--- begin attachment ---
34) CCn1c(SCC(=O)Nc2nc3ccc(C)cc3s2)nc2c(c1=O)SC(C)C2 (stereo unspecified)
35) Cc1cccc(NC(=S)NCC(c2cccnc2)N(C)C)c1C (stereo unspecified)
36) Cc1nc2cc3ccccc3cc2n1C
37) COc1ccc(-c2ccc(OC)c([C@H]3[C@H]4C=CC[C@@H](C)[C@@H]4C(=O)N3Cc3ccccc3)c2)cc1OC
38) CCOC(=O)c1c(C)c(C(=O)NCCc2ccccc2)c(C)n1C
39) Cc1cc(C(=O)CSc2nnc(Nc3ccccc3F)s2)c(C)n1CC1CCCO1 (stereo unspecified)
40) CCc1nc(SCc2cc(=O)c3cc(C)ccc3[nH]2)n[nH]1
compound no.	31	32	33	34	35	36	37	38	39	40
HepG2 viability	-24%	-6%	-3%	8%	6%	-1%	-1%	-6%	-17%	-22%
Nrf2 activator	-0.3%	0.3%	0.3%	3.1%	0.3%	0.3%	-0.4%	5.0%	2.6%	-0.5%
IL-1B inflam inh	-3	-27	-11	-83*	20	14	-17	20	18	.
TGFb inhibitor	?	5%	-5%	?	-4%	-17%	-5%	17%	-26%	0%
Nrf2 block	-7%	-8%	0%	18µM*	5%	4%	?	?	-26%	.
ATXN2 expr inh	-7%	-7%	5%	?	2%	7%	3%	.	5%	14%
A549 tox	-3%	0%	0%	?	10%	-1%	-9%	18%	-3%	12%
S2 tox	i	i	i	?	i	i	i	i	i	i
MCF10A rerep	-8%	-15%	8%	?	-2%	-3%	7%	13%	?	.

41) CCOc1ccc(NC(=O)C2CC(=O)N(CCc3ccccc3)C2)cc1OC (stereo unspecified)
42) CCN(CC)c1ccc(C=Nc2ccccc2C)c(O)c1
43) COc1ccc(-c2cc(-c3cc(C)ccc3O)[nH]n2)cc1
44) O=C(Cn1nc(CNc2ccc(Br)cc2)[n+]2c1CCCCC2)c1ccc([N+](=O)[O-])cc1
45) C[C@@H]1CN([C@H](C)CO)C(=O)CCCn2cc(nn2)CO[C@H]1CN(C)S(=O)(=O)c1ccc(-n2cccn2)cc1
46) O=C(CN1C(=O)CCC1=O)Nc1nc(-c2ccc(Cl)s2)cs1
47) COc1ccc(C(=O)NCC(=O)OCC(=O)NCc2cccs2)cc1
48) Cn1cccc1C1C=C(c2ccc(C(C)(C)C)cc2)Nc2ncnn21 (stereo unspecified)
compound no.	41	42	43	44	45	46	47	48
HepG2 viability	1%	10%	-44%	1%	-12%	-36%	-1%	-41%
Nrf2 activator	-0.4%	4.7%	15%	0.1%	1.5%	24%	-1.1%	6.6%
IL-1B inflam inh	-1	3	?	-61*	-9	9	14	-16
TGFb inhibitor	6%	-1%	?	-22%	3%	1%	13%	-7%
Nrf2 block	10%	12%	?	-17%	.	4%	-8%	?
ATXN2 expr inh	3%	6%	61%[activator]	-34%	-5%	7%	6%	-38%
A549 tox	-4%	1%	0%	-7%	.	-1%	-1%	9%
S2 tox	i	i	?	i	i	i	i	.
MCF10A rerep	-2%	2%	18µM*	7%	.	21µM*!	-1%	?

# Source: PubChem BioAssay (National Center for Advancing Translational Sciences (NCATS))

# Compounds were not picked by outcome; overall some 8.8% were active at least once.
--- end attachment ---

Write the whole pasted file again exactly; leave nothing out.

34) CCn1c(SCC(=O)Nc2nc3ccc(C)cc3s2)nc2c(c1=O)SC(C)C2 (stereo unspecified)
35) Cc1cccc(NC(=S)NCC(c2cccnc2)N(C)C)c1C (stereo unspecified)
36) Cc1nc2cc3ccccc3cc2n1C
37) COc1ccc(-c2ccc(OC)c([C@H]3[C@H]4C=CC[C@@H](C)[C@@H]4C(=O)N3Cc3ccccc3)c2)cc1OC
38) CCOC(=O)c1c(C)c(C(=O)NCCc2ccccc2)c(C)n1C
39) Cc1cc(C(=O)CSc2nnc(Nc3ccccc3F)s2)c(C)n1CC1CCCO1 (stereo unspecified)
40) CCc1nc(SCc2cc(=O)c3cc(C)ccc3[nH]2)n[nH]1
compound no.	31	32	33	34	35	36	37	38	39	40
HepG2 viability	-24%	-6%	-3%	8%	6%	-1%	-1%	-6%	-17%	-22%
Nrf2 activator	-0.3%	0.3%	0.3%	3.1%	0.3%	0.3%	-0.4%	5.0%	2.6%	-0.5%
IL-1B inflam inh	-3	-27	-11	-83*	20	14	-17	20	18	.
TGFb inhibitor	?	5%	-5%	?	-4%	-17%	-5%	17%	-26%	0%
Nrf2 block	-7%	-8%	0%	18µM*	5%	4%	?	?	-26%	.
ATXN2 expr inh	-7%	-7%	5%	?	2%	7%	3%	.	5%	14%
A549 tox	-3%	0%	0%	?	10%	-1%	-9%	18%	-3%	12%
S2 tox	i	i	i	?	i	i	i	i	i	i
MCF10A rerep	-8%	-15%	8%	?	-2%	-3%	7%	13%	?	.

41) CCOc1ccc(NC(=O)C2CC(=O)N(CCc3ccccc3)C2)cc1OC (stereo unspecified)
42) CCN(CC)c1ccc(C=Nc2ccccc2C)c(O)c1
43) COc1ccc(-c2cc(-c3cc(C)ccc3O)[nH]n2)cc1
44) O=C(Cn1nc(CNc2ccc(Br)cc2)[n+]2c1CCCCC2)c1ccc([N+](=O)[O-])cc1
45) C[C@@H]1CN([C@H](C)CO)C(=O)CCCn2cc(nn2)CO[C@H]1CN(C)S(=O)(=O)c1ccc(-n2cccn2)cc1
46) O=C(CN1C(=O)CCC1=O)Nc1nc(-c2ccc(Cl)s2)cs1
47) COc1ccc(C(=O)NCC(=O)OCC(=O)NCc2cccs2)cc1
48) Cn1cccc1C1C=C(c2ccc(C(C)(C)C)cc2)Nc2ncnn21 (stereo unspecified)
compound no.	41	42	43	44	45	46	47	48
HepG2 viability	1%	10%	-44%	1%	-12%	-36%	-1%	-41%
Nrf2 activator	-0.4%	4.7%	15%	0.1%	1.5%	24%	-1.1%	6.6%
IL-1B inflam inh	-1	3	?	-61*	-9	9	14	-16
TGFb inhibitor	6%	-1%	?	-22%	3%	1%	13%	-7%
Nrf2 block	10%	12%	?	-17%	.	4%	-8%	?
ATXN2 expr inh	3%	6%	61%[activator]	-34%	-5%	7%	6%	-38%
A549 tox	-4%	1%	0%	-7%	.	-1%	-1%	9%
S2 tox	i	i	?	i	i	i	i	.
MCF10A rerep	-2%	2%	18µM*	7%	.	21µM*!	-1%	?

# Source: PubChem BioAssay (National Center for Advancing Translational Sciences (NCATS))

# Compounds were not picked by outcome; overall some 8.8% were active at least once.